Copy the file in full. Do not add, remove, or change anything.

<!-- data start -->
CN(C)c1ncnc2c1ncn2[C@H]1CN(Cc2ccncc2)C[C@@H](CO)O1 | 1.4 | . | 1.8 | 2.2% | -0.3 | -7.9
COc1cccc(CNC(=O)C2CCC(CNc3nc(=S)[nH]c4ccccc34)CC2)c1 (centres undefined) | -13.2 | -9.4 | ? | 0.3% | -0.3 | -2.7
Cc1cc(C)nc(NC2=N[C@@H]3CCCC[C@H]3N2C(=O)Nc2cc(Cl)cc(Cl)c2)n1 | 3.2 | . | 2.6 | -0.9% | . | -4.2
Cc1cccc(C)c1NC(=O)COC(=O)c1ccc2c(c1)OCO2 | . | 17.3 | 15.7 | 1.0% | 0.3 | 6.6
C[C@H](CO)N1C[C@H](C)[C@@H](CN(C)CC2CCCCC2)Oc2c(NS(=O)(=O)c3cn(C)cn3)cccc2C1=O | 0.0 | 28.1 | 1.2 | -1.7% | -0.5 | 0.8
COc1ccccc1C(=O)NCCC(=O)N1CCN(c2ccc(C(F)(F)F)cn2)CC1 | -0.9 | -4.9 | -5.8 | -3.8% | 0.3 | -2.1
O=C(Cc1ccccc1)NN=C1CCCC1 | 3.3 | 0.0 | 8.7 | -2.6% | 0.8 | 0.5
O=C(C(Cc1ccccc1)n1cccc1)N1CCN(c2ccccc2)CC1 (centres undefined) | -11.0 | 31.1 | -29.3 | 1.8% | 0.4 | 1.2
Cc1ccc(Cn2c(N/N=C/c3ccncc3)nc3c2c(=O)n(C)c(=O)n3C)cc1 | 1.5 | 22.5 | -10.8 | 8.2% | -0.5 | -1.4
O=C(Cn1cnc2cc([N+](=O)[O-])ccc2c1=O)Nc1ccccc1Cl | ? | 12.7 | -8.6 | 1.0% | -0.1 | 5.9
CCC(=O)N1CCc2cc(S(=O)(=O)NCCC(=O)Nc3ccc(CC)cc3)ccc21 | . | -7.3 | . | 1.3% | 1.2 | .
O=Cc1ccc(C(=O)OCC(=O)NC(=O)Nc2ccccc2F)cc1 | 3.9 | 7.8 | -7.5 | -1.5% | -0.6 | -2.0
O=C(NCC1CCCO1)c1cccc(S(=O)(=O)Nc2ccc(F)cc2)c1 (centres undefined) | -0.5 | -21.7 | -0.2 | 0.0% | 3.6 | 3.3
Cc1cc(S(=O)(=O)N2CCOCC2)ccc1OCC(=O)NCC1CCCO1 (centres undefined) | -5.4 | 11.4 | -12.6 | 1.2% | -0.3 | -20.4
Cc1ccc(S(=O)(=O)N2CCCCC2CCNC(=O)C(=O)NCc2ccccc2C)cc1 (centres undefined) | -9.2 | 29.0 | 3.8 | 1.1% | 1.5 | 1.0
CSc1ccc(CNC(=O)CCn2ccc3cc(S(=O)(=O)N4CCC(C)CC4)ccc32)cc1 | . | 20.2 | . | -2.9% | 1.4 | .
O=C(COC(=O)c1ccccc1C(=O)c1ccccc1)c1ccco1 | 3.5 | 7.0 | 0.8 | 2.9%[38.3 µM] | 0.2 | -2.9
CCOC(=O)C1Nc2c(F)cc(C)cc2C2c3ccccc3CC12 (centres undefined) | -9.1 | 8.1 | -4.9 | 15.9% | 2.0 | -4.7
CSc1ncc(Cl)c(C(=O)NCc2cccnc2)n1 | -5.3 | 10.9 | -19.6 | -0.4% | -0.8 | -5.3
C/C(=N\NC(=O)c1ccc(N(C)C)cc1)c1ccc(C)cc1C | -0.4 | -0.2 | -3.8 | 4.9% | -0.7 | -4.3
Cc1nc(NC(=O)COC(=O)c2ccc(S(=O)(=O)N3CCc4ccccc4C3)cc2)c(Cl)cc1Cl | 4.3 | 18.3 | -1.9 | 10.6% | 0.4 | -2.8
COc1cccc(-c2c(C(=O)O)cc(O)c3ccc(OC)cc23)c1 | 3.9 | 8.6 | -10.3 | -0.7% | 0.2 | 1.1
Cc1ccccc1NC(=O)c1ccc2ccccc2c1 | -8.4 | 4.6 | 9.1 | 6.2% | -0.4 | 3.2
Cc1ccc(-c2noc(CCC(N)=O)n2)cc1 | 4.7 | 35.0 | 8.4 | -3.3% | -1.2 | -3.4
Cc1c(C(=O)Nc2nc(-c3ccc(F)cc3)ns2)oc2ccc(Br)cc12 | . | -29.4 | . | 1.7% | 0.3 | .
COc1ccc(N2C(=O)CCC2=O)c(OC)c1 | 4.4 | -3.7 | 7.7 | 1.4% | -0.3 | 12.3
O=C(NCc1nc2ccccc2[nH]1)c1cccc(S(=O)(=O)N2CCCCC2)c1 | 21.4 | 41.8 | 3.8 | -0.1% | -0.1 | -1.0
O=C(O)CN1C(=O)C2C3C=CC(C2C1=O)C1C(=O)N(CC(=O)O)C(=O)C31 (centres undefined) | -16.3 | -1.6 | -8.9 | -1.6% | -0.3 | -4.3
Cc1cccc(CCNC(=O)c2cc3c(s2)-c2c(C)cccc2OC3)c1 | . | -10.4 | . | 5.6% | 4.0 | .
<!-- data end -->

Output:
CN(C)c1ncnc2c1ncn2[C@H]1CN(Cc2ccncc2)C[C@@H](CO)O1 | 1.4 | . | 1.8 | 2.2% | -0.3 | -7.9
COc1cccc(CNC(=O)C2CCC(CNc3nc(=S)[nH]c4ccccc34)CC2)c1 (centres undefined) | -13.2 | -9.4 | ? | 0.3% | -0.3 | -2.7
Cc1cc(C)nc(NC2=N[C@@H]3CCCC[C@H]3N2C(=O)Nc2cc(Cl)cc(Cl)c2)n1 | 3.2 | . | 2.6 | -0.9% | . | -4.2
Cc1cccc(C)c1NC(=O)COC(=O)c1ccc2c(c1)OCO2 | . | 17.3 | 15.7 | 1.0% | 0.3 | 6.6
C[C@H](CO)N1C[C@H](C)[C@@H](CN(C)CC2CCCCC2)Oc2c(NS(=O)(=O)c3cn(C)cn3)cccc2C1=O | 0.0 | 28.1 | 1.2 | -1.7% | -0.5 | 0.8
COc1ccccc1C(=O)NCCC(=O)N1CCN(c2ccc(C(F)(F)F)cn2)CC1 | -0.9 | -4.9 | -5.8 | -3.8% | 0.3 | -2.1
O=C(Cc1ccccc1)NN=C1CCCC1 | 3.3 | 0.0 | 8.7 | -2.6% | 0.8 | 0.5
O=C(C(Cc1ccccc1)n1cccc1)N1CCN(c2ccccc2)CC1 (centres undefined) | -11.0 | 31.1 | -29.3 | 1.8% | 0.4 | 1.2
Cc1ccc(Cn2c(N/N=C/c3ccncc3)nc3c2c(=O)n(C)c(=O)n3C)cc1 | 1.5 | 22.5 | -10.8 | 8.2% | -0.5 | -1.4
O=C(Cn1cnc2cc([N+](=O)[O-])ccc2c1=O)Nc1ccccc1Cl | ? | 12.7 | -8.6 | 1.0% | -0.1 | 5.9
CCC(=O)N1CCc2cc(S(=O)(=O)NCCC(=O)Nc3ccc(CC)cc3)ccc21 | . | -7.3 | . | 1.3% | 1.2 | .
O=Cc1ccc(C(=O)OCC(=O)NC(=O)Nc2ccccc2F)cc1 | 3.9 | 7.8 | -7.5 | -1.5% | -0.6 | -2.0
O=C(NCC1CCCO1)c1cccc(S(=O)(=O)Nc2ccc(F)cc2)c1 (centres undefined) | -0.5 | -21.7 | -0.2 | 0.0% | 3.6 | 3.3
Cc1cc(S(=O)(=O)N2CCOCC2)ccc1OCC(=O)NCC1CCCO1 (centres undefined) | -5.4 | 11.4 | -12.6 | 1.2% | -0.3 | -20.4
Cc1ccc(S(=O)(=O)N2CCCCC2CCNC(=O)C(=O)NCc2ccccc2C)cc1 (centres undefined) | -9.2 | 29.0 | 3.8 | 1.1% | 1.5 | 1.0
CSc1ccc(CNC(=O)CCn2ccc3cc(S(=O)(=O)N4CCC(C)CC4)ccc32)cc1 | . | 20.2 | . | -2.9% | 1.4 | .
O=C(COC(=O)c1ccccc1C(=O)c1ccccc1)c1ccco1 | 3.5 | 7.0 | 0.8 | 2.9%[38.3 µM] | 0.2 | -2.9
CCOC(=O)C1Nc2c(F)cc(C)cc2C2c3ccccc3CC12 (centres undefined) | -9.1 | 8.1 | -4.9 | 15.9% | 2.0 | -4.7
CSc1ncc(Cl)c(C(=O)NCc2cccnc2)n1 | -5.3 | 10.9 | -19.6 | -0.4% | -0.8 | -5.3
C/C(=N\NC(=O)c1ccc(N(C)C)cc1)c1ccc(C)cc1C | -0.4 | -0.2 | -3.8 | 4.9% | -0.7 | -4.3
Cc1nc(NC(=O)COC(=O)c2ccc(S(=O)(=O)N3CCc4ccccc4C3)cc2)c(Cl)cc1Cl | 4.3 | 18.3 | -1.9 | 10.6% | 0.4 | -2.8
COc1cccc(-c2c(C(=O)O)cc(O)c3ccc(OC)cc23)c1 | 3.9 | 8.6 | -10.3 | -0.7% | 0.2 | 1.1
Cc1ccccc1NC(=O)c1ccc2ccccc2c1 | -8.4 | 4.6 | 9.1 | 6.2% | -0.4 | 3.2
Cc1ccc(-c2noc(CCC(N)=O)n2)cc1 | 4.7 | 35.0 | 8.4 | -3.3% | -1.2 | -3.4
Cc1c(C(=O)Nc2nc(-c3ccc(F)cc3)ns2)oc2ccc(Br)cc12 | . | -29.4 | . | 1.7% | 0.3 | .
COc1ccc(N2C(=O)CCC2=O)c(OC)c1 | 4.4 | -3.7 | 7.7 | 1.4% | -0.3 | 12.3
O=C(NCc1nc2ccccc2[nH]1)c1cccc(S(=O)(=O)N2CCCCC2)c1 | 21.4 | 41.8 | 3.8 | -0.1% | -0.1 | -1.0
O=C(O)CN1C(=O)C2C3C=CC(C2C1=O)C1C(=O)N(CC(=O)O)C(=O)C31 (centres undefined) | -16.3 | -1.6 | -8.9 | -1.6% | -0.3 | -4.3
Cc1cccc(CCNC(=O)c2cc3c(s2)-c2c(C)cccc2OC3)c1 | . | -10.4 | . | 5.6% | 4.0 | .